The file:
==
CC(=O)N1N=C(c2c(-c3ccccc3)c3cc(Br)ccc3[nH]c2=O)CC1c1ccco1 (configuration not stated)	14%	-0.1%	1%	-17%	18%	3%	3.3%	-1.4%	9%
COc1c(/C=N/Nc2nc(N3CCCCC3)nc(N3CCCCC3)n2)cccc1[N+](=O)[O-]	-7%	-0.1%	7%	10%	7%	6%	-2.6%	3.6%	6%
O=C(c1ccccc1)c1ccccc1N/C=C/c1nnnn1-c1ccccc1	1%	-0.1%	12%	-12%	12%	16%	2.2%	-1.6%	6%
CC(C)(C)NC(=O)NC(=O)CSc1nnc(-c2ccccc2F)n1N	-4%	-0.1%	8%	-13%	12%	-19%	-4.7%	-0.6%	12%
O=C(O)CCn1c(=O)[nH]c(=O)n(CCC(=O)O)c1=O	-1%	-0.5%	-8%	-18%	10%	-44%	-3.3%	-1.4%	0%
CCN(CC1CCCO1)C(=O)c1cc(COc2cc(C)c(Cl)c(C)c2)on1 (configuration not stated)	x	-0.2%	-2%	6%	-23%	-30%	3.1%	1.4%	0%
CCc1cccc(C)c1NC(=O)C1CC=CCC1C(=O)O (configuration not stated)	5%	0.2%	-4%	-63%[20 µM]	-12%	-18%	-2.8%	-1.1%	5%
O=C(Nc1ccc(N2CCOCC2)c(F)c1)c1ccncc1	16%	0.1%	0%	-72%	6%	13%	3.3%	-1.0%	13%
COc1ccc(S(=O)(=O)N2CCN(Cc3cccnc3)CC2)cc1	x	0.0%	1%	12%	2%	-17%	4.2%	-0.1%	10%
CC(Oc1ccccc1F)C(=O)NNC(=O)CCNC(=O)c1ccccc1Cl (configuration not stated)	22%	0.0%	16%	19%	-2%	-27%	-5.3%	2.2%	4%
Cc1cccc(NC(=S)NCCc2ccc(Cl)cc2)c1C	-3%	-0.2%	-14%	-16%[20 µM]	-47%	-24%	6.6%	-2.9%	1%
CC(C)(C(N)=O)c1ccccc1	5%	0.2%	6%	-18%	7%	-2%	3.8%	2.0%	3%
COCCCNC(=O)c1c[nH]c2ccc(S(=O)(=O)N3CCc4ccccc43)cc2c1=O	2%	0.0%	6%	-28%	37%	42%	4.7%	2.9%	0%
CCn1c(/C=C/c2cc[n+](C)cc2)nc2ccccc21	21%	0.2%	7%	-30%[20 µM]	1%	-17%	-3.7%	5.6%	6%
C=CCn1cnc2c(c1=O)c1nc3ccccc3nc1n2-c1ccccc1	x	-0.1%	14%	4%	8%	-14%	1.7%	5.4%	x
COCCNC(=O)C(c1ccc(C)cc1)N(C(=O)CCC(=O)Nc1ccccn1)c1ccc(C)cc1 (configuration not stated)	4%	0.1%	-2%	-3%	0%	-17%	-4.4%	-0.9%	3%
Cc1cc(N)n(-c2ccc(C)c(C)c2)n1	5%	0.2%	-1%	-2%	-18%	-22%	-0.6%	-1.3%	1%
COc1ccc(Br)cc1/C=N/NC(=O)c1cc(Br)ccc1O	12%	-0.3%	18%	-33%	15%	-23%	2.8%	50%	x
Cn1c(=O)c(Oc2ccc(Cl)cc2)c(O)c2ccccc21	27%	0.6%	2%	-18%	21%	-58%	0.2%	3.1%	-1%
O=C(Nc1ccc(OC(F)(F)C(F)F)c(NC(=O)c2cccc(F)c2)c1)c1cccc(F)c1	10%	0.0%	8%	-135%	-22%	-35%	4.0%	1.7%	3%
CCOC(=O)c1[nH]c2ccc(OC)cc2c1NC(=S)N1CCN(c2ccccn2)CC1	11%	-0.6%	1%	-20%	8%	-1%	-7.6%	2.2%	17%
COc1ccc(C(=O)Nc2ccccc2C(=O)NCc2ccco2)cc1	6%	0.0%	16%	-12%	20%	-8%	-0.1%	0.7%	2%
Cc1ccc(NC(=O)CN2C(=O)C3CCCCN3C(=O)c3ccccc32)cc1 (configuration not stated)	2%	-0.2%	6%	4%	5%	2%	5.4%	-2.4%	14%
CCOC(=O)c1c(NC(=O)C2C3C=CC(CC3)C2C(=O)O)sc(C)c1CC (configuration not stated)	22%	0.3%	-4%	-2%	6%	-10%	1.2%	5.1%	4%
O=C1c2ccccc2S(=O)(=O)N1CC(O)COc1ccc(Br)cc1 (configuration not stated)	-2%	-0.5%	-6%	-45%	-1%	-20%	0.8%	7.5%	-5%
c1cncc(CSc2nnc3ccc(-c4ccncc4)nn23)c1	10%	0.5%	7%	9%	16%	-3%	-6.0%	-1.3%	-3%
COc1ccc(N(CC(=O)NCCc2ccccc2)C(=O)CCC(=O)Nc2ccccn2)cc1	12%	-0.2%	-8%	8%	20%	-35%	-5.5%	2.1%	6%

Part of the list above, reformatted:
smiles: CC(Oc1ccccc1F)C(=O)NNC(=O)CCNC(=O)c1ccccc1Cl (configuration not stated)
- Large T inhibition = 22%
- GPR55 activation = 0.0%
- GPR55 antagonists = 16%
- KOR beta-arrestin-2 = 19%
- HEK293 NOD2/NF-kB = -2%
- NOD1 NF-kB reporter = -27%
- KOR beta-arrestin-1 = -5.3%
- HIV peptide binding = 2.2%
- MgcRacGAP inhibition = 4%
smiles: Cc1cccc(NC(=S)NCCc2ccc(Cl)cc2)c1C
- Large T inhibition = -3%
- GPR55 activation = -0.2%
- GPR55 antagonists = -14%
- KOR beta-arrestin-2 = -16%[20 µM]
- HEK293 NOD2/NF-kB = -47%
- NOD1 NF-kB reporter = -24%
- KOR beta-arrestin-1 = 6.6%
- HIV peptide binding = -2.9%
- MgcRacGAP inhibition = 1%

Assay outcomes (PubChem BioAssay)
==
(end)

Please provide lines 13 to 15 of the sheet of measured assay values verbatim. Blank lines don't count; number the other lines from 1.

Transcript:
COCCCNC(=O)c1c[nH]c2ccc(S(=O)(=O)N3CCc4ccccc43)cc2c1=O	2%	0.0%	6%	-28%	37%	42%	4.7%	2.9%	0%
CCn1c(/C=C/c2cc[n+](C)cc2)nc2ccccc21	21%	0.2%	7%	-30%[20 µM]	1%	-17%	-3.7%	5.6%	6%
C=CCn1cnc2c(c1=O)c1nc3ccccc3nc1n2-c1ccccc1	x	-0.1%	14%	4%	8%	-14%	1.7%	5.4%	x